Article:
Dealing with Painful Feelings

Dec 16 – Dealing with Painful Feelings 

From Unplug the Christmas Machine – A Complete Guide to Putting Love and Joy Back into the Season by Jo Robinson and Jean Copppock Staeheli

For many of us, as we start thinking about the holidays, sad experiences; thoughts of disappointment and other, more intense feelings may arise. Christmas can be an especially painful time of year because we contrast our bleak reality with the wish for a warm and beautiful celebration.

One thing you might consider doing, if you aren’t already, is to share your concerns with someone you trust. Of course if you’re feeling really depressed, reach out to a professional.  Rev Sam can help you find someone and he is available to you for pastoral care. I can provide a compassionate, friendly ear; and you can talk to one of our Pastor Care Associates on Sunday mornings.

If your feelings are not too intense, maybe a friend or trusted family member would be willing to listen; they might be feeling the same way. Perhaps you feel like you have too much to do, too many people to see, too many gifts to give, too large a family, too many choices ; maybe a friend  is also feeling too sparse. Many of us have been lonely at Christmas. I remember the first year that Kevin and I lived out in the country. We had each other, of course, but I was sad that no one but us saw our Christmas tree. And the phone lines were down on Christmas Day, so I couldn’t call my family (back in the days before internet and cell phones). I couldn’t bear to watch my favorite Christmas movie “It’s a Wonderful Life” because it takes place an idealized small home town. And I didn’t watch it again for almost 20 years. I wish I had been able to reach out to friends are family at the time.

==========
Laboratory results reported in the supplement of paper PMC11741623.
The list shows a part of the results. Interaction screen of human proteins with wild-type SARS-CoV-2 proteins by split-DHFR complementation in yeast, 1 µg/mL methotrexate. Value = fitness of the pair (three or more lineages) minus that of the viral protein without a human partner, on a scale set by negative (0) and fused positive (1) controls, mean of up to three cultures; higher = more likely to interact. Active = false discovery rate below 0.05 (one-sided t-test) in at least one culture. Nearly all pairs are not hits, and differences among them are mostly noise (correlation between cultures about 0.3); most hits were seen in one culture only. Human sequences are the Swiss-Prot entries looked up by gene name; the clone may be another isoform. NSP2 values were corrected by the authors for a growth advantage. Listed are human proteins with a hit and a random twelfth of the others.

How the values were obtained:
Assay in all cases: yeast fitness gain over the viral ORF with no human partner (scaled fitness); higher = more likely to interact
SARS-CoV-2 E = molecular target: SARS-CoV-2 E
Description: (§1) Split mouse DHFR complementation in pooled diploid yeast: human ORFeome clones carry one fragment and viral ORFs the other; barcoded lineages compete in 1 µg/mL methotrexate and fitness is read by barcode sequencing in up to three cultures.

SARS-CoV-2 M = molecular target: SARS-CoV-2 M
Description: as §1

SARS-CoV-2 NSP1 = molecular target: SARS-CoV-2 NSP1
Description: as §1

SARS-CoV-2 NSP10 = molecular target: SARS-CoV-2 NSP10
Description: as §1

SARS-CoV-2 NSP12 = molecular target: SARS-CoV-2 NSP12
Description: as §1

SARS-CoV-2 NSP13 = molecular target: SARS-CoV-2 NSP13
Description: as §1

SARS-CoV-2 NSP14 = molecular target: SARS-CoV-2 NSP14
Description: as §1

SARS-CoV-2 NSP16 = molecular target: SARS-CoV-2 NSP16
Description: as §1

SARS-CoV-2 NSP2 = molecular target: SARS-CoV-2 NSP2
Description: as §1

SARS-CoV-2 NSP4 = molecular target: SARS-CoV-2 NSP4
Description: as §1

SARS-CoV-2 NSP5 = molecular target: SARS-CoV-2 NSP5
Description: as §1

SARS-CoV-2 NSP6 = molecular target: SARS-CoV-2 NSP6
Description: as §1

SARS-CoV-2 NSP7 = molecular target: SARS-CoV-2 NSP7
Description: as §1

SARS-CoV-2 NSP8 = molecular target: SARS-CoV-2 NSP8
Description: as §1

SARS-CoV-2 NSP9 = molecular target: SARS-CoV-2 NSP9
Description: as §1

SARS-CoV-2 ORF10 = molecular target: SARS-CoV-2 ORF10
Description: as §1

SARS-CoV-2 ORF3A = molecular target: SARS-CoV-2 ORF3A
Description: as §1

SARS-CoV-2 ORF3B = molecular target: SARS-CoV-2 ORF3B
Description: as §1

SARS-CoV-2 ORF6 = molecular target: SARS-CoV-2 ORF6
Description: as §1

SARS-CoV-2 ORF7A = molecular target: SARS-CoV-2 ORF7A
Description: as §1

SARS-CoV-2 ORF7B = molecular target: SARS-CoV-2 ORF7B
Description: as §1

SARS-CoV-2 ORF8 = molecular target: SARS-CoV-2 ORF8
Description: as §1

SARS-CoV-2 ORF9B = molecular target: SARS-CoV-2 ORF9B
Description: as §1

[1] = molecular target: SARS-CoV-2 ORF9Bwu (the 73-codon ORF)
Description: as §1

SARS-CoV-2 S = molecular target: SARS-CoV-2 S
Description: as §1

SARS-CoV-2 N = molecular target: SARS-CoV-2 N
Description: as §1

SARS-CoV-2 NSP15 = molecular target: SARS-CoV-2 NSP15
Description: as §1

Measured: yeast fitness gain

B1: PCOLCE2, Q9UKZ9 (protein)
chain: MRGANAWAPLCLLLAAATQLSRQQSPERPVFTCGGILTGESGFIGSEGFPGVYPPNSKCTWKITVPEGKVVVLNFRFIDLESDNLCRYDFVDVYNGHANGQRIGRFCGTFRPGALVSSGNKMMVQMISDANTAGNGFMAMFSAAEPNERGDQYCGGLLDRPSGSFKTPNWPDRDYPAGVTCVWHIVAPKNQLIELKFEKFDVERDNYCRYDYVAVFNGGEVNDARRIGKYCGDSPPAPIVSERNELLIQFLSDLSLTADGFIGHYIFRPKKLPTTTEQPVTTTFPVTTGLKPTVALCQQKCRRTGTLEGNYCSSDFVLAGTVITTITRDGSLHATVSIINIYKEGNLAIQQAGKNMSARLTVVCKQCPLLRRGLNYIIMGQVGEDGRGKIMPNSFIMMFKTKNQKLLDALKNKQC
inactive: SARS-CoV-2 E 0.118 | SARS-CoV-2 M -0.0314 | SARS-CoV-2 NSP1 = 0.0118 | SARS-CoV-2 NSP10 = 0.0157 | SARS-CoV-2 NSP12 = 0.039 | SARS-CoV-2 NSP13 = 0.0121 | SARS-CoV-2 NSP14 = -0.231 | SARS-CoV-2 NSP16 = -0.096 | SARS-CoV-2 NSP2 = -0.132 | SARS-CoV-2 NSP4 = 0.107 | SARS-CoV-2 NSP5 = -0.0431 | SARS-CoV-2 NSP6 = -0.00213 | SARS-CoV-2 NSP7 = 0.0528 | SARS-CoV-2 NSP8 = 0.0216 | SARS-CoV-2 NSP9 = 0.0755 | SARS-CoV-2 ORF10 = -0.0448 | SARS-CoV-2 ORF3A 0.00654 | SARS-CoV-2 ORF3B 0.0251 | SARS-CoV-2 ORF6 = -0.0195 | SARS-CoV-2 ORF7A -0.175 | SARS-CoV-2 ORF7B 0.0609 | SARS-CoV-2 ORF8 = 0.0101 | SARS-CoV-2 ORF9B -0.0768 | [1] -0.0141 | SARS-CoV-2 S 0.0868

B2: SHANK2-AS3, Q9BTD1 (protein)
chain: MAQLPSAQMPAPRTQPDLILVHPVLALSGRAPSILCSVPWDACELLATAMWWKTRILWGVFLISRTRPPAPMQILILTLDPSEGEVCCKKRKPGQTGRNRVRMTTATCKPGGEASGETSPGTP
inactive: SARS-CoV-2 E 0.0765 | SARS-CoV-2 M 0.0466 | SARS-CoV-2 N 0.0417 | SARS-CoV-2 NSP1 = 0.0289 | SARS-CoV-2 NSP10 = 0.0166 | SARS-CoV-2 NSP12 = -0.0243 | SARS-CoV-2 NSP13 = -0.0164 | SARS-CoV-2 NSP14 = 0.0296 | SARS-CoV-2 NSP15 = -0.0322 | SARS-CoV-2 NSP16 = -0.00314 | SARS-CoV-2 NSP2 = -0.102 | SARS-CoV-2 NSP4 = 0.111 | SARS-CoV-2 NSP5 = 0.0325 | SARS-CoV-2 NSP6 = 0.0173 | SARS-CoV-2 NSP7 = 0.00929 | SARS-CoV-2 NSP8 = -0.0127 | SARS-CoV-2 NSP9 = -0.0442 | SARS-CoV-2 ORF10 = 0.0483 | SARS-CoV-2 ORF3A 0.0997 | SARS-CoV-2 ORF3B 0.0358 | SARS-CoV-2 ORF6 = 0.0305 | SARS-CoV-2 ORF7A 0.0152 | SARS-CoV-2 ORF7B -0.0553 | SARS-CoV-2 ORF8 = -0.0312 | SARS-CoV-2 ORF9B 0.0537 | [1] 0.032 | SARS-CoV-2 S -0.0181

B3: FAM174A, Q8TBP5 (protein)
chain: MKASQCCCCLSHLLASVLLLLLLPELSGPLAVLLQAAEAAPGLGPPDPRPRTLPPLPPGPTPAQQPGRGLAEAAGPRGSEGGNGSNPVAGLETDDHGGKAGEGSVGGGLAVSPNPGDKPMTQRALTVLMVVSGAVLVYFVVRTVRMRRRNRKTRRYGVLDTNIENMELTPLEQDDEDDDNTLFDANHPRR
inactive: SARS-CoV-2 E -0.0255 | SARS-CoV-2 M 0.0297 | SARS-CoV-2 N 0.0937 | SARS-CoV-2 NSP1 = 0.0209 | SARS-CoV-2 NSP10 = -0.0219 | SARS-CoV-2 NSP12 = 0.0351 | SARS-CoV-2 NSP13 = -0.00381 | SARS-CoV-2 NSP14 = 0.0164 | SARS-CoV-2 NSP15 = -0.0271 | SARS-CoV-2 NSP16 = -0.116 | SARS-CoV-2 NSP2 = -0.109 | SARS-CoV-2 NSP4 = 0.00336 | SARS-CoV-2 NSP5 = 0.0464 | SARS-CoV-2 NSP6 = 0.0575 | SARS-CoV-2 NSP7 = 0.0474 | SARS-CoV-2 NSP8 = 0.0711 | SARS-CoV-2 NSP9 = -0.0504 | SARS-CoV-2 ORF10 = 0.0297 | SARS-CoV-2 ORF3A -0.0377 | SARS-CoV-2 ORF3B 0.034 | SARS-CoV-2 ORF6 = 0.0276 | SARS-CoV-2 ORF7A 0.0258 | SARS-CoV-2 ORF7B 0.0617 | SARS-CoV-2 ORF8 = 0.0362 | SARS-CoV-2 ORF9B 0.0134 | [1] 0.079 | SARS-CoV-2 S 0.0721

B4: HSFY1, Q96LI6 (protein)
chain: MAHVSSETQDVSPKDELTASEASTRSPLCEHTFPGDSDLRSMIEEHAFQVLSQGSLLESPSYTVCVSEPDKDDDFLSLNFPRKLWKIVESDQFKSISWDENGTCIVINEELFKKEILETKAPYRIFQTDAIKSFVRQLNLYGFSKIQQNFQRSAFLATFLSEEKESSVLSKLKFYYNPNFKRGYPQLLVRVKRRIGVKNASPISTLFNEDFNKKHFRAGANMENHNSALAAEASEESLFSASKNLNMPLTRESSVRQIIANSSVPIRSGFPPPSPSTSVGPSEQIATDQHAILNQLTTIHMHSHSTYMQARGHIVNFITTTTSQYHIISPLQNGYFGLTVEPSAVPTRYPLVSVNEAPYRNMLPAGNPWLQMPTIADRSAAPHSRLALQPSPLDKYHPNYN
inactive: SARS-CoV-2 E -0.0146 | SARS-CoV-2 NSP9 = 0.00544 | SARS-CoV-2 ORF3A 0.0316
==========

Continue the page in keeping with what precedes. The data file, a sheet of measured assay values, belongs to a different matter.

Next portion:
Of course, there are more life changing events in our lives that can make the season of joy a painful one. In experience of the authors of the book, the most difficult problems people face at Christmas tend to be a recent death;  a recent divorce; general loneliness; drug or alcohol abuse; and marriage difficulties. These tips I’ve gleaned from the book are not designed to solve serious. But if you’re ready, I hope that they will help you make simple changes in your family celebrations that make a positive difference. You might be able to better cope with loss and unhappiness through careful planning. For example, those of you mourning a recent death might create a family ceremony in memory of your loved one; recently divorced people often find solace in creating new traditions.

And if you’re in a good place right now, consider being attuned to those around you. Is there anyone who seems quieter than usual? Who in your circle has experienced a loss in the past year? They might appreciate a “how ya doin”?” text or call.


Dec 9 – Confronting the Culture of Gift Giving

From Unplug the Christmas Machine – A Complete Guide to Putting Love and Joy Back into the Season by Jo Robinson and Jean Copppock Staeheli

Gift giving around the holidays is fraught with negative aspects. In Unplug the Christmas Machine, the authors give examples they have heard from families; maybe some of these sound familiar. Mary people have problems with elaborate holiday gift giving for the simple reason that they can no longer afford it. Other people are unhappy with traditional holiday gift giving because exchanging typical consumer goods at Christmas or the holidays has little value to them. Finally, many Christians are unhappy with the fact that the spiritual message of Christ has to compete with the want-me, buy-me message of the merchants. For these reasons and more, many people want to simplify their holiday gift giving to bring it more into line with their resources, values and beliefs.

Unfortunately, when people contemplate cutting back on their gifts, they run into a set of hidden gift-giving rules set up by our culture. Read through these following ten axioms and see if they ring a bell.


  1. Give a gift to everyone you expect to get one from
  2. If someone gives you a gift unexpectedly, reciprocate that year.